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The History of Human Salvation and the Natural History of the Entire Cosmos


A final word must be said as to whether and how the history of human salvation as conceived by faith and theology can be integrated into the evaluation and natural history of the entire cosmos. We have already touched on some aspects of this problem; many of them cannot be dealt with here in much greater scope. We shall, however, attempt to offer a few ideas.

Within evolution as a whole and history there is also a history of freedom of personal creatures consisting of a bodily and spiritual nature (known as human beings) for whom the entire cosmos is the presupposition and place of their existence and (in different degrees) even the inner element of this existence (because of their corporeality and sensory characteristics). This fact causes no difficulty if matter and spirit are conceived not as absolutely disparate and contradictory, but rather if matter is conceived as ultimately spiritual and oriented toward spirit (consciousness) and furthermore (albeit in essentially different degrees) as an inner constitutive element of the spiritual nature of created beings, all of which Christian faith requires, rather than forbids us to do. The Christian understanding of the history of human salvation as the apex of the history of the cosmos toward which the cosmos is tending in the normal course of its development , even if this apex has a specific quality of its own, presents us with this difficulty: the "result" of this salvation history can today no longer really be located in the cosmos (of the modern natural sciences, or so, at least, it would seem); yet on the other hand, Christian faith, rooted in the dogma of the "resurrection of the body," seems to prohibit a simple shifting of this result of salvation history to a point outside of this material cosmos.

The old theology had it easy. In the cosmos, which was viewed in principle as being accessible to empirical observation, it had a place for the risen Christ, for the angels, for those who had reached beatitude, for the evil spirits and for hell. Places like these are no longer conceivable in the modern cosmos considered in the light of an evolutionary world view. At this point, of course, one can appeal to the principle which has often been mentioned and which states that, given the original multiplicity of the elements of human knowledge, the ability or the obligation to achieve in every case a positive synthesis of our affirmations, which are at first disparate, cannot be expected from the outset; that the absence of such a synthesis is therefore no reason for denying a part of what has not been synthesized; and that consequently legitimate affirmations of an existentiell eschatology may not be rejected just because we do not know how to synthesize them positively with our ideas of history and the cosmos.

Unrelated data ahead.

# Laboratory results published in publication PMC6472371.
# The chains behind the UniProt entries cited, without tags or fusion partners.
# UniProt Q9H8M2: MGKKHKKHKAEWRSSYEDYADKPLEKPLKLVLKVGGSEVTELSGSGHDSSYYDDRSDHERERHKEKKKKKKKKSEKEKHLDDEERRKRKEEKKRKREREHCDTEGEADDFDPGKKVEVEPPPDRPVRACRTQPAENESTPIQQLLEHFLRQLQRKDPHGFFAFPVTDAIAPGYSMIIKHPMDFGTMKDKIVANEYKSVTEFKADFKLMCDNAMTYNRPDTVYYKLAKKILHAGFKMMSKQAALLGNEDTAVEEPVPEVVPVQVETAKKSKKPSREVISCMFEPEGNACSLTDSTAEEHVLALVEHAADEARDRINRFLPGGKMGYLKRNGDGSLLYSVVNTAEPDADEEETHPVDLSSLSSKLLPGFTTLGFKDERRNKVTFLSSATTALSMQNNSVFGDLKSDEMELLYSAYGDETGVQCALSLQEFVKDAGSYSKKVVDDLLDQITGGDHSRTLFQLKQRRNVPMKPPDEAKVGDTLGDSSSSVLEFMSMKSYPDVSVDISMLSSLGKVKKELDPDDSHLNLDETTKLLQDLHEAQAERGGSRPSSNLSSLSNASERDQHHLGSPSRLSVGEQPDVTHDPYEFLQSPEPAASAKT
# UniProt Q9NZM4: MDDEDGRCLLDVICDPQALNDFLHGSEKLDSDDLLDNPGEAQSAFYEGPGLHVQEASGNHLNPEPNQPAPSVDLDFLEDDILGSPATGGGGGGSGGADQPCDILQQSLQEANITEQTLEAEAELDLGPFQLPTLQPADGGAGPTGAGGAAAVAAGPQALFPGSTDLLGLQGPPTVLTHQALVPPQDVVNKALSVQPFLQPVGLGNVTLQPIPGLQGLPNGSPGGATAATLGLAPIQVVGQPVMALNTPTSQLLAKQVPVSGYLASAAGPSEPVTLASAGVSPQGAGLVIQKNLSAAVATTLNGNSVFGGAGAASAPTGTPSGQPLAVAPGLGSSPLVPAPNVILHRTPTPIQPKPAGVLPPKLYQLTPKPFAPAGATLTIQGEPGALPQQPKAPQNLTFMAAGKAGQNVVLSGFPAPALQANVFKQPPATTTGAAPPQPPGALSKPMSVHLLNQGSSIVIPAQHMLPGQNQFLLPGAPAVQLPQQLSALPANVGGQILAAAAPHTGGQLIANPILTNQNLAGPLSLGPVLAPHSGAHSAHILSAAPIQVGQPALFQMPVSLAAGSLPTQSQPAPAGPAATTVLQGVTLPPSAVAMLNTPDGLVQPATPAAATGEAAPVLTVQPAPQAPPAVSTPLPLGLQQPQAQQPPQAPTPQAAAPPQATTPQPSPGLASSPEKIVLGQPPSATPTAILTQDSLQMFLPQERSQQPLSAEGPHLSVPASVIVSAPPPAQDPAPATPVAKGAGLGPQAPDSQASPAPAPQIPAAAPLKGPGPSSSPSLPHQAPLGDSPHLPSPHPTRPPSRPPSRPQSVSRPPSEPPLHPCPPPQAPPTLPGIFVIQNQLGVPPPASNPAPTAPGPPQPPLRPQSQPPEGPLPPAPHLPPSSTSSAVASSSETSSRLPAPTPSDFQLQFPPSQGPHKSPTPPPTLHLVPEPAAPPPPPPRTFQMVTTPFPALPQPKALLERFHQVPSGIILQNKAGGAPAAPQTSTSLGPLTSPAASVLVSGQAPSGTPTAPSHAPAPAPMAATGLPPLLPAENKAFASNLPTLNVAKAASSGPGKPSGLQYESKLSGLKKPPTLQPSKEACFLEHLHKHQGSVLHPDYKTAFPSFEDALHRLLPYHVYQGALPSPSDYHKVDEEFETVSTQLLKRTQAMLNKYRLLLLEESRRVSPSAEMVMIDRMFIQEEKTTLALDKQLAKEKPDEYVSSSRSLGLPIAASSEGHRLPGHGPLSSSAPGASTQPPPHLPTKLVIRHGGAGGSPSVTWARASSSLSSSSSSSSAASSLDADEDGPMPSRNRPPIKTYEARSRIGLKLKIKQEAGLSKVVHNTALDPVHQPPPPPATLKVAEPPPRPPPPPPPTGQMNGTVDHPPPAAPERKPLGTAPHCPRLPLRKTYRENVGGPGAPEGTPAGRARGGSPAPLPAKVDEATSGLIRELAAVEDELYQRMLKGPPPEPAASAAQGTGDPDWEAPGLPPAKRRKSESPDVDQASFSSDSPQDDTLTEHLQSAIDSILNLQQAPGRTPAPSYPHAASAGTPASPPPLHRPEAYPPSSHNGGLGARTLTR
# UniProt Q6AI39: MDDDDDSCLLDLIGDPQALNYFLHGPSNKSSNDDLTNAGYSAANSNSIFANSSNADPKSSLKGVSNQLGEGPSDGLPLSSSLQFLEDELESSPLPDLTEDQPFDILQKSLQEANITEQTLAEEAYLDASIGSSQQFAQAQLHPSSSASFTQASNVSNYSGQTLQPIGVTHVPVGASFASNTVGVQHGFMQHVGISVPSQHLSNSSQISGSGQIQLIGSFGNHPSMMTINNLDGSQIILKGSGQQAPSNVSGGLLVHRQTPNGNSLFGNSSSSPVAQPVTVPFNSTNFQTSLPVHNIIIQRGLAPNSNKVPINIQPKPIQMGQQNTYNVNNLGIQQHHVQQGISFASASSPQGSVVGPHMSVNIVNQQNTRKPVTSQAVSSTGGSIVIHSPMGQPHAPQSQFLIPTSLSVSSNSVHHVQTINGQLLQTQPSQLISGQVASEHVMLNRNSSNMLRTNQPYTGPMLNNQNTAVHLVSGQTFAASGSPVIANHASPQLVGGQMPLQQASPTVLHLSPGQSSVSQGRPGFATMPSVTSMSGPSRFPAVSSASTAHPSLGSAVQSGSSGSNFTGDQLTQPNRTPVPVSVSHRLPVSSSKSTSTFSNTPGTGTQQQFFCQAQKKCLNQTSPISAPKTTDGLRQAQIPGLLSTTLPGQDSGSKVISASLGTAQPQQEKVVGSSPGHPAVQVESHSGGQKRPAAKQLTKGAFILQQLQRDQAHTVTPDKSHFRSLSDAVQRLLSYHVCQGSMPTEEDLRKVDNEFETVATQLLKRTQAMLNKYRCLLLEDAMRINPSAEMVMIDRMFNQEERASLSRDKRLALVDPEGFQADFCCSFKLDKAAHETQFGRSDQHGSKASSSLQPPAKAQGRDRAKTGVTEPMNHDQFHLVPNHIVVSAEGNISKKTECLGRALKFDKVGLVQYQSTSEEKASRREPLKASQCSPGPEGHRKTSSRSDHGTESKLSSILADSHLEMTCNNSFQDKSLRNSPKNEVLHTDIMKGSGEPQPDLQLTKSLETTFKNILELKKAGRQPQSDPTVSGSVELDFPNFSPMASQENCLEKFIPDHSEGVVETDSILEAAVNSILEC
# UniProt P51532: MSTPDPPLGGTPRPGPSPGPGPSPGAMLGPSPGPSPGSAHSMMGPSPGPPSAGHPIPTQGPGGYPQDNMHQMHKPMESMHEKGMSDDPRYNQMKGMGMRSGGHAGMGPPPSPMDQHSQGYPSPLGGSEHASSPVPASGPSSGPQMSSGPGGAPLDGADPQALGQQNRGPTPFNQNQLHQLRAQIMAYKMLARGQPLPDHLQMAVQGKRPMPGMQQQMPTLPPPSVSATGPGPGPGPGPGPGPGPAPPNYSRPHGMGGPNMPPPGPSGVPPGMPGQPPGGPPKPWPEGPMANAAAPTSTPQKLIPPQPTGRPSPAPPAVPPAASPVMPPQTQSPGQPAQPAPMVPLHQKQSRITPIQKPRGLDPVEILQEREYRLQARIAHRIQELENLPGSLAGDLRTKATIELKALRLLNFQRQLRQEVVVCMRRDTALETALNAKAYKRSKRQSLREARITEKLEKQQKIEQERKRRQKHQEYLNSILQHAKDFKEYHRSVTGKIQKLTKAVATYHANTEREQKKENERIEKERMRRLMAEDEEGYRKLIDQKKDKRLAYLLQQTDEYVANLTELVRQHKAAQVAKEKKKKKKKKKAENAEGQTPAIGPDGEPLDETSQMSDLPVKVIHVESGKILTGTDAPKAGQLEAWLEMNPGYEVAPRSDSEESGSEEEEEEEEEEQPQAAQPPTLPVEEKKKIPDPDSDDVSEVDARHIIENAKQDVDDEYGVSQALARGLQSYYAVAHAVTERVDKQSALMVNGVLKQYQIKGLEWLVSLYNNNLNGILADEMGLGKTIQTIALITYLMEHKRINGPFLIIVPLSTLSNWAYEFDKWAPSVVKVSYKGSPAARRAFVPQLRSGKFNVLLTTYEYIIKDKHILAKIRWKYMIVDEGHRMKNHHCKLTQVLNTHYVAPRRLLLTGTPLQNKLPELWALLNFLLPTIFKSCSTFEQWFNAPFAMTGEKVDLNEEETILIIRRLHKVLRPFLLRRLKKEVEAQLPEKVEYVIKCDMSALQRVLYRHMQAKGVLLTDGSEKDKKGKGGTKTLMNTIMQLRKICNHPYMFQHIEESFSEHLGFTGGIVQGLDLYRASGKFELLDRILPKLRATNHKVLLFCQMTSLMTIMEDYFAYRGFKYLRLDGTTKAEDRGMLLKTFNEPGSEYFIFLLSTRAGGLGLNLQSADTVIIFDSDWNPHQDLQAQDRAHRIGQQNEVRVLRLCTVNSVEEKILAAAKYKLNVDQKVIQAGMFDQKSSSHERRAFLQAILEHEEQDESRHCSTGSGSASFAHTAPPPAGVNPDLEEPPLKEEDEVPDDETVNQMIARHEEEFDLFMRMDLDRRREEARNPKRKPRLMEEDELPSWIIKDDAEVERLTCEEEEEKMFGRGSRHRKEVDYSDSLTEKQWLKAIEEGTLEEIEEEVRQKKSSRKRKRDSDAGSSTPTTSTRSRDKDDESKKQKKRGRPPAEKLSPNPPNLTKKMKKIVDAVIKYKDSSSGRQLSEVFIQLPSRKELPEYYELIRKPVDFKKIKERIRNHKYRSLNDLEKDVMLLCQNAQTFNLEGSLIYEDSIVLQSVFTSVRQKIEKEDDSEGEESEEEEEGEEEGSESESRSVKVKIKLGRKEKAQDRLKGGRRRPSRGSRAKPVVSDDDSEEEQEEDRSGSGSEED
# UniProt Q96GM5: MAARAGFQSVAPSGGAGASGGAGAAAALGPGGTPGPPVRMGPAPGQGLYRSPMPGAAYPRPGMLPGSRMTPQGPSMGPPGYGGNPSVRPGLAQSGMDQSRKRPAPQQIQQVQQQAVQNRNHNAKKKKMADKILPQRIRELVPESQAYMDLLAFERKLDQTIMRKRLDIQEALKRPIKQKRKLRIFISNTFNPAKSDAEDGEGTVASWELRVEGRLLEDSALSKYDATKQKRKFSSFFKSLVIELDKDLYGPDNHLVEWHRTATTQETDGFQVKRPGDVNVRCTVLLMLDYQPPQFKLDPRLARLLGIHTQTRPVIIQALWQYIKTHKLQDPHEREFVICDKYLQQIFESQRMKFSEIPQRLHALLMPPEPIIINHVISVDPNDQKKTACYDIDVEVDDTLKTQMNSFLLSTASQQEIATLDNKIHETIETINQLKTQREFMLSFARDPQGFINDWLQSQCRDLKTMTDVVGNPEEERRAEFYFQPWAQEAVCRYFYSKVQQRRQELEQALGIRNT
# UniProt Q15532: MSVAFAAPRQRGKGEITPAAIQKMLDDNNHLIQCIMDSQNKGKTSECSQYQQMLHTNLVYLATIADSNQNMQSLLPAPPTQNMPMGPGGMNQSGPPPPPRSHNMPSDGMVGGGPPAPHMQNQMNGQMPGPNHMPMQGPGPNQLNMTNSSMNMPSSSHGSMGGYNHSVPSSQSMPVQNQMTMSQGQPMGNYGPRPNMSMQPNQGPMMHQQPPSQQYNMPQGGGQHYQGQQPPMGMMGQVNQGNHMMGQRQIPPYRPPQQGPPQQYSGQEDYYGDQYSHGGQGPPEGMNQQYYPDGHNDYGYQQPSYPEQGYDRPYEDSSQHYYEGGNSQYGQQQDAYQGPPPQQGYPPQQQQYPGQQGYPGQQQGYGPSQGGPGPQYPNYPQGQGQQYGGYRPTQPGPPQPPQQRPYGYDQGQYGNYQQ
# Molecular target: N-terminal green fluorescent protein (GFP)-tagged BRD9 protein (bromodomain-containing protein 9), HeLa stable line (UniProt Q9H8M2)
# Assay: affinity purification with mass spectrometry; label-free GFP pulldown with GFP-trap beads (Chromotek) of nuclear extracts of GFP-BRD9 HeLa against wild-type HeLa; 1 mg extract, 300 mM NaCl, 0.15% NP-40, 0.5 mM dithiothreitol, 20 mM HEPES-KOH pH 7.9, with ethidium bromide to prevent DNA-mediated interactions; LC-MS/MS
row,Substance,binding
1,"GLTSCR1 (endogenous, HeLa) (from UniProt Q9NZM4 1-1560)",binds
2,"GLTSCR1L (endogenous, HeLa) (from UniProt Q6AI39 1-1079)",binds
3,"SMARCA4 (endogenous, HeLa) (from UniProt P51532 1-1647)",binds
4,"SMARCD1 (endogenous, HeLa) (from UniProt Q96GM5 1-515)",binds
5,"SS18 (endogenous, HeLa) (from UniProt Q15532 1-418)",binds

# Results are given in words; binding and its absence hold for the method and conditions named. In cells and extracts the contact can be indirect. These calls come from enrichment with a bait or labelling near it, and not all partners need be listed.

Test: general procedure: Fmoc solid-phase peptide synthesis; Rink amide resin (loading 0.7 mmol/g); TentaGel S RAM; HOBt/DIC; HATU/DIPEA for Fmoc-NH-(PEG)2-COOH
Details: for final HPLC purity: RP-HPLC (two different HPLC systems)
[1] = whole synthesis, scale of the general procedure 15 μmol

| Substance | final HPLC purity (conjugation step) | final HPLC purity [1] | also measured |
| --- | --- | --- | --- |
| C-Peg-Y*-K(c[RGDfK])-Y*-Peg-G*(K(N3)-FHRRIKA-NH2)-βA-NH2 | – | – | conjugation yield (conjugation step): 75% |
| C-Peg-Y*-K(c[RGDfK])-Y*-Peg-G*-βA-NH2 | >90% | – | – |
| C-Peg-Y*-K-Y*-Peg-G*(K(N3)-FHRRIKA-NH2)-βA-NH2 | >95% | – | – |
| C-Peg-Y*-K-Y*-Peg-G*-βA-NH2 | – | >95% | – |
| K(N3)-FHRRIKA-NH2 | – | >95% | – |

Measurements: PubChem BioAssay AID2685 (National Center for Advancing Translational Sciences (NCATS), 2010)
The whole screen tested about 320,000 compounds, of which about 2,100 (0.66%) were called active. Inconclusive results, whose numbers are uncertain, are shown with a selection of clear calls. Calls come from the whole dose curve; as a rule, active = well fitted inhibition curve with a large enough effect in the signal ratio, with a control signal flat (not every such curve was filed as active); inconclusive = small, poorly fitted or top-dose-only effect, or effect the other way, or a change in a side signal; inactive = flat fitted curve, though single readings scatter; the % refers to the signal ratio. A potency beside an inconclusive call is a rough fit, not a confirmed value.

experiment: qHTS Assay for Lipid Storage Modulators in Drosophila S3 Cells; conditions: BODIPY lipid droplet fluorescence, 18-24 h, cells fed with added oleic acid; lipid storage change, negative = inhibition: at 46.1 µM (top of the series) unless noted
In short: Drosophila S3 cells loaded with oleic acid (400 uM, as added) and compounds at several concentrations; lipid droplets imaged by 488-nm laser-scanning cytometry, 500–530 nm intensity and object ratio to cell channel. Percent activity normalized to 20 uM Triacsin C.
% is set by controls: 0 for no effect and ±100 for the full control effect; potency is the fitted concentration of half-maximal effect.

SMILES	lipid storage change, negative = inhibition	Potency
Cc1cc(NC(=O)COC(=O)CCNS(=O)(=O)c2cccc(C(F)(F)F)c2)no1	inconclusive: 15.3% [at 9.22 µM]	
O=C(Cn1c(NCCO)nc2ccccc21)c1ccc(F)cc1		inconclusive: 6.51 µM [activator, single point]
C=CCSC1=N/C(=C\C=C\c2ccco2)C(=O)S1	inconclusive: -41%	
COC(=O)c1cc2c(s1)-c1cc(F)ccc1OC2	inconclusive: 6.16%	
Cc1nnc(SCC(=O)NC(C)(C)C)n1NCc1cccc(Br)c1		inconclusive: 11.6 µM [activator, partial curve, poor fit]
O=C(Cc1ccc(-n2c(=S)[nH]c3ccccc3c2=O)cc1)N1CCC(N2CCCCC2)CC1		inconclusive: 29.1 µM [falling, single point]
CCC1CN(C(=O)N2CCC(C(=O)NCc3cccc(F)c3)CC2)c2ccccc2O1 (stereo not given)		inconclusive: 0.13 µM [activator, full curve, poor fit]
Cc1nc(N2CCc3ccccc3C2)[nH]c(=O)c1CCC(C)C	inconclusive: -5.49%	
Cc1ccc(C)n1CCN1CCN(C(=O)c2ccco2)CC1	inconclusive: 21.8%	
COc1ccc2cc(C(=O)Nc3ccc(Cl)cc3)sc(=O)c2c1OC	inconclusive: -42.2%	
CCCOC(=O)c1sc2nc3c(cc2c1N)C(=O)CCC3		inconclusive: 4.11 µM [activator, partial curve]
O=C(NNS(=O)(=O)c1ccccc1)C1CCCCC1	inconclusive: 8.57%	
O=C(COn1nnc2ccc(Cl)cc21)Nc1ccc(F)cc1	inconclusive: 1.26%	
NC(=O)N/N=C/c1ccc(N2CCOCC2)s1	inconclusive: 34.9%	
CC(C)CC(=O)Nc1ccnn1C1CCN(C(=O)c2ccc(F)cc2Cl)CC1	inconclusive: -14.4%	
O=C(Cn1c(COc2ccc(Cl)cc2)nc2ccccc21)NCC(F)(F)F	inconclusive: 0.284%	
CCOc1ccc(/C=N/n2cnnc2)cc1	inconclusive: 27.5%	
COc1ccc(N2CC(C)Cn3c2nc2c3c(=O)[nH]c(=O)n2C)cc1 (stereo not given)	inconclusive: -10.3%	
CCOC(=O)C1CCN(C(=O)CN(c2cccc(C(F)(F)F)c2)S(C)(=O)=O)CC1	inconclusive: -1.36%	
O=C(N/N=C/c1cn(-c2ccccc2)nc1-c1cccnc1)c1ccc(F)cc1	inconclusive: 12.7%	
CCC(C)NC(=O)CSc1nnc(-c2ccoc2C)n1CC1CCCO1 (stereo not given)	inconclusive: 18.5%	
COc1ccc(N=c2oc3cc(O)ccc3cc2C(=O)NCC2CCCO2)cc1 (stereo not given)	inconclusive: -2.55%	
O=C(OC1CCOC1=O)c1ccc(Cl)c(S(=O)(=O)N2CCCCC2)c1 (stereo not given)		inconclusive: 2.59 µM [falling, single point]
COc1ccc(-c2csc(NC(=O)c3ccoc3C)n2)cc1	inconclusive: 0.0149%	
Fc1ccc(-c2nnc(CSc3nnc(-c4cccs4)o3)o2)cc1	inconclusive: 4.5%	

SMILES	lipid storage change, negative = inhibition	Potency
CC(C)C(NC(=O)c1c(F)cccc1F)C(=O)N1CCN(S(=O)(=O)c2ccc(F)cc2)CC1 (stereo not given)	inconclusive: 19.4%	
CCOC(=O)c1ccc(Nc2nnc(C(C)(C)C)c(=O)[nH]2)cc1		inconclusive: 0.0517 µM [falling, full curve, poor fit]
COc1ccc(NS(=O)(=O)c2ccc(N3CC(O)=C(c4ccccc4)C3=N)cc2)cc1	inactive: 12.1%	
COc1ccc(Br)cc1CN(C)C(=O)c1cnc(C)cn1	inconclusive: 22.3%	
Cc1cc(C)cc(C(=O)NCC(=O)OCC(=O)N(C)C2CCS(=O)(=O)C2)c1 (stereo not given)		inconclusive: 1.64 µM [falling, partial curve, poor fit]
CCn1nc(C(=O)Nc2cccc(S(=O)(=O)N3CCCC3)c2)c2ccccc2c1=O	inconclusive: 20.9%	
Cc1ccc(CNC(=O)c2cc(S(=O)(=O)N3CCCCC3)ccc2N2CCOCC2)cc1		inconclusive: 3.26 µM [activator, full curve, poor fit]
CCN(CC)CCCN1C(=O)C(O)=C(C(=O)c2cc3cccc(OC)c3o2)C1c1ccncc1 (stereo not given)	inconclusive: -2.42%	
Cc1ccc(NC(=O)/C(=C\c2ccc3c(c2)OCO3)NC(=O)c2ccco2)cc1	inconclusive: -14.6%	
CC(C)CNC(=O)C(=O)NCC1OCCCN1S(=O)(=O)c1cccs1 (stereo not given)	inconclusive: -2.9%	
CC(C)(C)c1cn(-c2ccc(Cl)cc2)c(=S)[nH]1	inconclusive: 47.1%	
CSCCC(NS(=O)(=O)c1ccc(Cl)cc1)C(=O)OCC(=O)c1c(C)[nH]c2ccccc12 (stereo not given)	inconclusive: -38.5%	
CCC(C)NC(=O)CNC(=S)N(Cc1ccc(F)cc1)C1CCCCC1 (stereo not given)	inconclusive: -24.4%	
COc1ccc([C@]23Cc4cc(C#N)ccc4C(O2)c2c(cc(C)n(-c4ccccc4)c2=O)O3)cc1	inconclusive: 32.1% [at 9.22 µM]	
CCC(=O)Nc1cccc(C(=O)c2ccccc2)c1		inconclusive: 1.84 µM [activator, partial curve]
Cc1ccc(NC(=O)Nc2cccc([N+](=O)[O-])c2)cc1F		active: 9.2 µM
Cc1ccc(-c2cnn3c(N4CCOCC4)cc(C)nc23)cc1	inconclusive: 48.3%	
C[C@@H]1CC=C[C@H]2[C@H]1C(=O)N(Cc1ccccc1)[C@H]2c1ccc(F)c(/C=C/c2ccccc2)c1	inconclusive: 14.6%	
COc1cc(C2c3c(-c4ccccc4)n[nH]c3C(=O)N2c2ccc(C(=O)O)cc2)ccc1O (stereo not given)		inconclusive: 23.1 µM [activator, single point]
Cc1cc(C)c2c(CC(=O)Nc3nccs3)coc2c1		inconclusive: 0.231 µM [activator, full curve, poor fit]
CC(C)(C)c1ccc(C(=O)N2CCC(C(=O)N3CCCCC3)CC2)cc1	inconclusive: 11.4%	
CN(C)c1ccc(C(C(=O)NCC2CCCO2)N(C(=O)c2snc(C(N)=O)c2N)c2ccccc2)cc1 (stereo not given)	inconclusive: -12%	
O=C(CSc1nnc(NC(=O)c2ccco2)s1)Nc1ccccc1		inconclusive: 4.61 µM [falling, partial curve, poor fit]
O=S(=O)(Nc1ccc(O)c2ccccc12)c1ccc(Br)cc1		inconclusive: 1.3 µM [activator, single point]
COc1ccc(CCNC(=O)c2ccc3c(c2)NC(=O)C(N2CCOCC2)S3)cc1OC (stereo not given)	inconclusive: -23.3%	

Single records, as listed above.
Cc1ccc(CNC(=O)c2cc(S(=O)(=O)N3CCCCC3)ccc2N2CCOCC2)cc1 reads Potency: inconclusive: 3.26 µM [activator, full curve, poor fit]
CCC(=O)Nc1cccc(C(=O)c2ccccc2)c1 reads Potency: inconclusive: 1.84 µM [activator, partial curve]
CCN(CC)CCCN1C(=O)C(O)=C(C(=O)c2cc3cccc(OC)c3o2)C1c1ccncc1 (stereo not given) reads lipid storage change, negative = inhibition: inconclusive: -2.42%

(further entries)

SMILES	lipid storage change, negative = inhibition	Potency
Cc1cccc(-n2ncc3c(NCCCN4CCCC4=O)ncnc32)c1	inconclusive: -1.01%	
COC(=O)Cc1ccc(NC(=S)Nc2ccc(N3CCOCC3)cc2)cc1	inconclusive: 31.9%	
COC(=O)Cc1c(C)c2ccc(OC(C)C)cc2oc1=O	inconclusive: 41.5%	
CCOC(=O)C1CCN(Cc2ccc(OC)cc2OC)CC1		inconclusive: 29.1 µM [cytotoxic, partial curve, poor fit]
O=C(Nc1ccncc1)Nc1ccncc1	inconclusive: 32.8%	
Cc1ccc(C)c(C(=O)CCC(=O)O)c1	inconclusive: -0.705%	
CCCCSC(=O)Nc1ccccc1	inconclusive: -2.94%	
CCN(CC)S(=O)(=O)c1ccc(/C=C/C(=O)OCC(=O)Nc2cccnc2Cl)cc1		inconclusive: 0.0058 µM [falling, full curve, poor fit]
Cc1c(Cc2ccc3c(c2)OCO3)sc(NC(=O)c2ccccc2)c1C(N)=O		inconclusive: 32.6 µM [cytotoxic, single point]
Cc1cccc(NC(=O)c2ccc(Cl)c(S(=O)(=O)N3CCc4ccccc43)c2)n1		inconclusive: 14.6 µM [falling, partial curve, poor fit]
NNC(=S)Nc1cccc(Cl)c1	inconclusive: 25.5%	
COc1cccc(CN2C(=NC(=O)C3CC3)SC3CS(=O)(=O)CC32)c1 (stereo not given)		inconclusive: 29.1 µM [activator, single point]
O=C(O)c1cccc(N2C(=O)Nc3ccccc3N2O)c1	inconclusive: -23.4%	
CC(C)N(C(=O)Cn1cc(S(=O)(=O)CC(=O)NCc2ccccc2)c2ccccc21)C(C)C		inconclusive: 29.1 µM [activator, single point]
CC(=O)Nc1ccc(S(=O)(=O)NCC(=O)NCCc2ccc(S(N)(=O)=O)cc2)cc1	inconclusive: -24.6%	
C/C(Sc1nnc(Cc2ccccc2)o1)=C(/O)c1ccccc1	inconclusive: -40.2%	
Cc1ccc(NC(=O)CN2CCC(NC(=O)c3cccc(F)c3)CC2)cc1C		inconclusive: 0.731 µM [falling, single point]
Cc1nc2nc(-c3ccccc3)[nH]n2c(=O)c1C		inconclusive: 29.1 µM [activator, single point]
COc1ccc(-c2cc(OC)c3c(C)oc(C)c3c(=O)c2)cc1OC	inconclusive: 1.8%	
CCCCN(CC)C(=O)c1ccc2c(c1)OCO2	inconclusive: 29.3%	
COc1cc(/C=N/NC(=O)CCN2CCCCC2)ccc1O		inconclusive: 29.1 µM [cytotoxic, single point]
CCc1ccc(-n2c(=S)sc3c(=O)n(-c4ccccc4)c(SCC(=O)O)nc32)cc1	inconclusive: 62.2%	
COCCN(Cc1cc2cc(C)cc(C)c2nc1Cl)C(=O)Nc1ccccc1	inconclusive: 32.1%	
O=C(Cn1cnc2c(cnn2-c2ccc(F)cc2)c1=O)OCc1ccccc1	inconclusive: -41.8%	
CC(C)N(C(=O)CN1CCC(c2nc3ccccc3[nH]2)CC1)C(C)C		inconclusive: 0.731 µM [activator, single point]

But this does not mean that the Christian view from the outset rules out the possibility that these eschatological affirmations about the eternal life of the individual, the glorified body, and so on, might be in some way related to the material cosmos, since, after all, those who have reached beatitude are not different persons from those that they were on earth, and there is a belief in the resurrection of the body and hope for a "new earth." But in affirmations of this kind one cannot "demythologize" in such a way that the ultimate meaning intended by the affirmation is turned into the opposite of what the affirmation really intended to say. Doing this only adds to the difficulties. That much should be said. Eschatological realities which faith affirms cannot be made acceptable to Catholic theology by simply declaring them to be there as something in the future, only at the end of the history of the cosmos or of humanity. At least the risen Christ (and Mary) must be considered as a glorified element in the reality of the world which is present even now. But is it possible and is it permitted to conceive this as separated from the cosmos and its material character here and now? In today's conception of matter in its unity, which is viewed as a field, new questions have certainly arisen for theologians which they must somehow or other face up to, even if they might not really be able to give a positive answer to them, and have to admit this frankly.

But on the other hand, one must say the following. The history of freedom in the free subject's presence to itself, and the world's self-presence that is implicit in this, is an empirical fact. Those who maintain that universal evolution is the basic pattern which underlies the reality of the world and is the key to its understanding must integrate this fact into this conception of the world. They must recognize that the whole of reality has developed toward this history of freedom in an evolutionary process which, despite all the elements of accident, has followed a consistent line of development toward this goal, and that the previous phases of the world's evolution have developed, by virtue of self-transcendence, into this history of freedom (which, at least in many respects, cannot be surpassed). In this light the possibility of defective developments, dead ends, and calamities as conceived by the theological history of salvation no longer comes as a surprise.